Which maybe isn’t terribly surprising. While director William Lustig and screenwriter Larry Cohen are back once again, both have since disowned the movie, and Lustig did so pretty much immediately – handing the credit to “Alan Smithee,” the pseudonym famously used by directors who want to distance themselves from the material, in the opening titles. Rumor has it that he also turned in an initial cut that only ran 51 minutes, leaving producer Joel Soisson to fill out the remaining 34 of its still relatively brief running time.
Which might explain at least some of why the flick feels so disjointed. Why, exactly, does the voodoo guy resurrect Matt Cordell? Who knows? It certainly isn’t to avenge the lady cop who is wrongly accused of using excessive force, even if that’s what he spends most of the movie doing, since she hasn’t actually done that yet when he first comes back.
The closest thing to a raison d’etre that we get for… well, much of anything in this picture is the “Bride of Maniac Cop” subplot involving the aforementioned lady cop, who is in the hospital that provides pretty much the flick’s only location besides a drugstore shootout and a brief stop at what I am pretty sure is the church from Prince of Darkness, and even that is dropped like a hot rock in the final reel.
I couldn’t conveniently find a figure for the budgets of either movie, but Maniac Cop 2 certainly feels like it cost a lot more than Maniac Cop 3. Besides the limited scope of the third franchise entry, it also just doesn’t do as much as either of its predecessors. There’s nothing approaching the go-for-broke stunts of the second film, or even the police station assault of the original, even if Cordell does at least end up driving a car while on fire before all is said and done.
Roberts Davi and Z’Dar are back in their respective roles, but pretty much everyone else is a new face, playing characters who appear and disappear from the plot basically at random, including a tacked-on love interest between Davi and Dr. Discount Veronica Lake, played by Caitlin Dulany, who was also in the sequel to Class of 1999, if that says anything.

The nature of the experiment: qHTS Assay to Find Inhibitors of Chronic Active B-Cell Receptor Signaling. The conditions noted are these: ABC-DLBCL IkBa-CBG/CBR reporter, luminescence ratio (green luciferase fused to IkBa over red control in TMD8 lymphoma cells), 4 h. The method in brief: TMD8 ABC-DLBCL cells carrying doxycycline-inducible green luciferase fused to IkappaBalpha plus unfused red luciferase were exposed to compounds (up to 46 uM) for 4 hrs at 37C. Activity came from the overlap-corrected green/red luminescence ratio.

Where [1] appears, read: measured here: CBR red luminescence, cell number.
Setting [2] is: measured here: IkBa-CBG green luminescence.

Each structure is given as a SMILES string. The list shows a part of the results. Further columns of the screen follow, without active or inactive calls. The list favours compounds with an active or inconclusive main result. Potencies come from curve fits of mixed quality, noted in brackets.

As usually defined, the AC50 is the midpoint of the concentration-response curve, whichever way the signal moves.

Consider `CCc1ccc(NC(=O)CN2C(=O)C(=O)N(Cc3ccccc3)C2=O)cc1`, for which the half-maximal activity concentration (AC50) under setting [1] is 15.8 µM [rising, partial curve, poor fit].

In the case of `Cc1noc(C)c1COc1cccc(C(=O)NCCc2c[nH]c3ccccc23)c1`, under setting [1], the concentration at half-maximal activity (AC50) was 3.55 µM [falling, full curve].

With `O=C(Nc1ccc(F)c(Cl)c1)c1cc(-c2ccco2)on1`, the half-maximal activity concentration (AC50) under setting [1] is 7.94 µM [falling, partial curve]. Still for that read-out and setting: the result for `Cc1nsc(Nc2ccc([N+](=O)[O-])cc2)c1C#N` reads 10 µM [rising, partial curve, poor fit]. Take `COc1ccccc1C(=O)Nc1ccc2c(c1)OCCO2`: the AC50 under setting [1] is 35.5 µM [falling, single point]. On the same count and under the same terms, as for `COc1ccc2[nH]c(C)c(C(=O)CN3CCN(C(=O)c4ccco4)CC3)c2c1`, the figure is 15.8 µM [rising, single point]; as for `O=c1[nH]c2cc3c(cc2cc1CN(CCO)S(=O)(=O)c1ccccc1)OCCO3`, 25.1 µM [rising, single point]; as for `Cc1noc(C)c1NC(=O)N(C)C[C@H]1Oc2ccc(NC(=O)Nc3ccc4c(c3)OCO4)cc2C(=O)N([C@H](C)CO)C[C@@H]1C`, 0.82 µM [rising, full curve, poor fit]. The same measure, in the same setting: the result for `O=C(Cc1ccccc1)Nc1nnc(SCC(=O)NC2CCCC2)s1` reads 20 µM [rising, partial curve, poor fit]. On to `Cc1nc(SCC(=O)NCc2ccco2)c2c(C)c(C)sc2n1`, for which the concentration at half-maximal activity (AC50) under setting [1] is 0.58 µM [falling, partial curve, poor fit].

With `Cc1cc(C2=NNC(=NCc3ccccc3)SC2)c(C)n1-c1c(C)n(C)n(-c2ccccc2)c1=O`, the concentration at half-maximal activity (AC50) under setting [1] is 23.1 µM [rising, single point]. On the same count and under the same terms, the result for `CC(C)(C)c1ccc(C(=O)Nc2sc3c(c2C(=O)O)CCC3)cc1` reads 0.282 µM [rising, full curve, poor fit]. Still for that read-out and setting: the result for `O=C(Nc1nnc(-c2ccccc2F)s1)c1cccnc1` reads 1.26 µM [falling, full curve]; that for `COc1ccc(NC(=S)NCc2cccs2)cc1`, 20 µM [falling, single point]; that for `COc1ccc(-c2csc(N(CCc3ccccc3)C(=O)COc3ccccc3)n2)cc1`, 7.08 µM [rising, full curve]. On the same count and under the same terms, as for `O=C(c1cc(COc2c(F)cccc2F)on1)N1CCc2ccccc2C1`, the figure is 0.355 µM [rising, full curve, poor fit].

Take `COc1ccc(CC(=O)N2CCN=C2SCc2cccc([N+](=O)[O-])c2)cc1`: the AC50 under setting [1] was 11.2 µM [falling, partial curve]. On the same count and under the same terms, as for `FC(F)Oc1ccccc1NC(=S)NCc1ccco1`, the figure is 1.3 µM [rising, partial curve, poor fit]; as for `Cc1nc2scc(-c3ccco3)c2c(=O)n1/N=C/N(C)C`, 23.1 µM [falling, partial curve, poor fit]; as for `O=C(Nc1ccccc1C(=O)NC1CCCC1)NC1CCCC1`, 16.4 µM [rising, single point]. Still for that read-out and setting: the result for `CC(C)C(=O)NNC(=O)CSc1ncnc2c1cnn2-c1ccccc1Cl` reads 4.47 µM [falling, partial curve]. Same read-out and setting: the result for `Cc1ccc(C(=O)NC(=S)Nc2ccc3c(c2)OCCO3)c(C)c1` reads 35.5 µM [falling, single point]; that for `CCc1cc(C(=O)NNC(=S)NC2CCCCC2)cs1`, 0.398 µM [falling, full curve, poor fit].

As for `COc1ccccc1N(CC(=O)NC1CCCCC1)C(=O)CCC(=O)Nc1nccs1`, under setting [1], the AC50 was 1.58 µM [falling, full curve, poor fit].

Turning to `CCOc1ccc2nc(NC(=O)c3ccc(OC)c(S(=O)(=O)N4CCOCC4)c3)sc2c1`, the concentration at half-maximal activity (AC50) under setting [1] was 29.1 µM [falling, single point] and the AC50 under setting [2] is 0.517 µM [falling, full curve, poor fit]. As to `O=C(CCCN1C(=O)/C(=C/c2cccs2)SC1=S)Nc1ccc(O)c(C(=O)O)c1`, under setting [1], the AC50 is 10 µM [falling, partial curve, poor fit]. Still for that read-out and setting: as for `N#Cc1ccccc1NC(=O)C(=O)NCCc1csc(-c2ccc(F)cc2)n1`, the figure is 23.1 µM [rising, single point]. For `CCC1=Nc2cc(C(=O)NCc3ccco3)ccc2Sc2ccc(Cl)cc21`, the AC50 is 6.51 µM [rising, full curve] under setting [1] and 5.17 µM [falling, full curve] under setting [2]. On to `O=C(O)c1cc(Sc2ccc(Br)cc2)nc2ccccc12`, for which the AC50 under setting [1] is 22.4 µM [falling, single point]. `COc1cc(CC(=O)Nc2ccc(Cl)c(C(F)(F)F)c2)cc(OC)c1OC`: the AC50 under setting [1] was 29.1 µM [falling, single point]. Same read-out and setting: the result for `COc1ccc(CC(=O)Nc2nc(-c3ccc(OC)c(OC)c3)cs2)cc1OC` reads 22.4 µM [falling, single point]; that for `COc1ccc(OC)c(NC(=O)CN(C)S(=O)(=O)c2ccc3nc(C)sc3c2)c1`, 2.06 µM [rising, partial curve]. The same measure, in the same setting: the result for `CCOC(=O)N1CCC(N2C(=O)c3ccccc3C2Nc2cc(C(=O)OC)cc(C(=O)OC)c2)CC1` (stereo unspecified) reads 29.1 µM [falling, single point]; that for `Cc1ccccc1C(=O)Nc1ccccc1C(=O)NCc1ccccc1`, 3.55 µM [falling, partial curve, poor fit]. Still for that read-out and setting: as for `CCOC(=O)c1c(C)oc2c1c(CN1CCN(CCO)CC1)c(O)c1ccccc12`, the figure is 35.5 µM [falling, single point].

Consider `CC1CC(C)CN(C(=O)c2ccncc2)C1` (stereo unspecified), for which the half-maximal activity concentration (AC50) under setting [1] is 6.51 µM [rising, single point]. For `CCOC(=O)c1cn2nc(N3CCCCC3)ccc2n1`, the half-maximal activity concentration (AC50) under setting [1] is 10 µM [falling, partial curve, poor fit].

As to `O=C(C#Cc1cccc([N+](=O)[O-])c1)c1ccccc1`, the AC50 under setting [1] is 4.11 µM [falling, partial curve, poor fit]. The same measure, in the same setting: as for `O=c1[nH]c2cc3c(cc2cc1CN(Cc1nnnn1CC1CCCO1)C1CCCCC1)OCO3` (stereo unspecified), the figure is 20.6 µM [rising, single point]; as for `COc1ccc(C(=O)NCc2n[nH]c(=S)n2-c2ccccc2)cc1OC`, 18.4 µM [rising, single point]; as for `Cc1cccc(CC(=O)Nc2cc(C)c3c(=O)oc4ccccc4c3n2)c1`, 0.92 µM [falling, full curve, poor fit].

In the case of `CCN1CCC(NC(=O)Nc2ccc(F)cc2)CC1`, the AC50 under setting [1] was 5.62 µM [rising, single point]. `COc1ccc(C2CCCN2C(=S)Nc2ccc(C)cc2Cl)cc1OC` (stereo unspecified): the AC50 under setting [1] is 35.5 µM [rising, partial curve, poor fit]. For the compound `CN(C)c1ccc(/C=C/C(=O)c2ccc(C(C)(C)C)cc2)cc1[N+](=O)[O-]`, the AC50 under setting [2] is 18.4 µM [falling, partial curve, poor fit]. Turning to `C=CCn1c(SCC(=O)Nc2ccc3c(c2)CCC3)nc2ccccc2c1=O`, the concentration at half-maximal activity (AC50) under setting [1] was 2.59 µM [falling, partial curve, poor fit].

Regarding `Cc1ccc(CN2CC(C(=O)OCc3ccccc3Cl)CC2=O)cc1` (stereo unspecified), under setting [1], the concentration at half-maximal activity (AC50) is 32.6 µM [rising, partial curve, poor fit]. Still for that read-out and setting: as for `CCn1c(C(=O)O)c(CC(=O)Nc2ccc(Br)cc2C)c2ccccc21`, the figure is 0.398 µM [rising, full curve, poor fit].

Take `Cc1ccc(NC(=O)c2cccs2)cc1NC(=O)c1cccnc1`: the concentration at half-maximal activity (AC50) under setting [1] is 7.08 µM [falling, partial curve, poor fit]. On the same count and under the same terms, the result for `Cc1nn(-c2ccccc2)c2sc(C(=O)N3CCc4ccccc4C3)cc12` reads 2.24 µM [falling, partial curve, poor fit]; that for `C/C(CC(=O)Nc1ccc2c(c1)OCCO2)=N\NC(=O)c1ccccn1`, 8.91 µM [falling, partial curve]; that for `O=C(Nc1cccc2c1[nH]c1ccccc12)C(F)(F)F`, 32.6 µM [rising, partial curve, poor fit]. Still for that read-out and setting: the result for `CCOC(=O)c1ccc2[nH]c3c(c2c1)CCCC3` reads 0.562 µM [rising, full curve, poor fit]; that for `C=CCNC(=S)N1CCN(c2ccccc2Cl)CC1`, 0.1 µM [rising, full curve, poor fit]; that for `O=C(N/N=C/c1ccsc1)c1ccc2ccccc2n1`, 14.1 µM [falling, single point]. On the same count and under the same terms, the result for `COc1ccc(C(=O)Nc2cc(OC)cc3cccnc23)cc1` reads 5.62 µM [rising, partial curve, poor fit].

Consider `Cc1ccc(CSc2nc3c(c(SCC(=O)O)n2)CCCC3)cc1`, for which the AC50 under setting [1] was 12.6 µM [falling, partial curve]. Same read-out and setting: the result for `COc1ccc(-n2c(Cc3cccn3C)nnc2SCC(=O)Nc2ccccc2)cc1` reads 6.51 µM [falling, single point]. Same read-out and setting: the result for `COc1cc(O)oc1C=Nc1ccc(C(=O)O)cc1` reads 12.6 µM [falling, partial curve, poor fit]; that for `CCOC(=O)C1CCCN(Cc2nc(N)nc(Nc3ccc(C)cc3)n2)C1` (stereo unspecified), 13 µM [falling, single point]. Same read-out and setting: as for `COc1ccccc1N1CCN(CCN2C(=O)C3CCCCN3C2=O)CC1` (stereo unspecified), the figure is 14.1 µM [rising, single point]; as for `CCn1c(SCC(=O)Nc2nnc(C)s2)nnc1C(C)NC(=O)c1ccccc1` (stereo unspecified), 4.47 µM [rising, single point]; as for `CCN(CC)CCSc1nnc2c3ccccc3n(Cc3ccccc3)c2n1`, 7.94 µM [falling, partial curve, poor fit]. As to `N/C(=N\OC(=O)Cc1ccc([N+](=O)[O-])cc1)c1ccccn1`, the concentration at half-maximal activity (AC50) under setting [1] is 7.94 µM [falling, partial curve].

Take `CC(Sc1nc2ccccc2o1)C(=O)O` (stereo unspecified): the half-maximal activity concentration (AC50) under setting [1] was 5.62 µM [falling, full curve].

She’s also the only doctor featured who doesn’t seem like a total sleazeball. This flick has a very dim view of doctors, which is perhaps unsurprising given that it was made just a few years after Cohen helmed The Ambulance, another slice of ‘90s cheese with a very negative opinion of the medical profession.
Which is all a lot of words to say that Maniac Cop 3 is disjointed and nonsensical and isn’t fit to wear the uniform of Maniac Cop 2, even if the 4K Ultra HD Blu from Blue Underground looks just as good as its limited ambitions will allow. While you’re here, though, why not enjoy a bad guy performance by a young-ish Jackie Earle Haley, more than a decade before Watchmen?
Besides his work as Monster Ambassador here at Signal Horizon, Orrin Grey is the author of several books about monsters, ghosts, and sometimes the ghosts of monsters, and a film writer with bylines at Unwinnable and others. His stories have appeared in dozens of anthologies, including Ellen Datlow’s Best Horror of the Year and he is the author of two collections of essays on vintage horror film.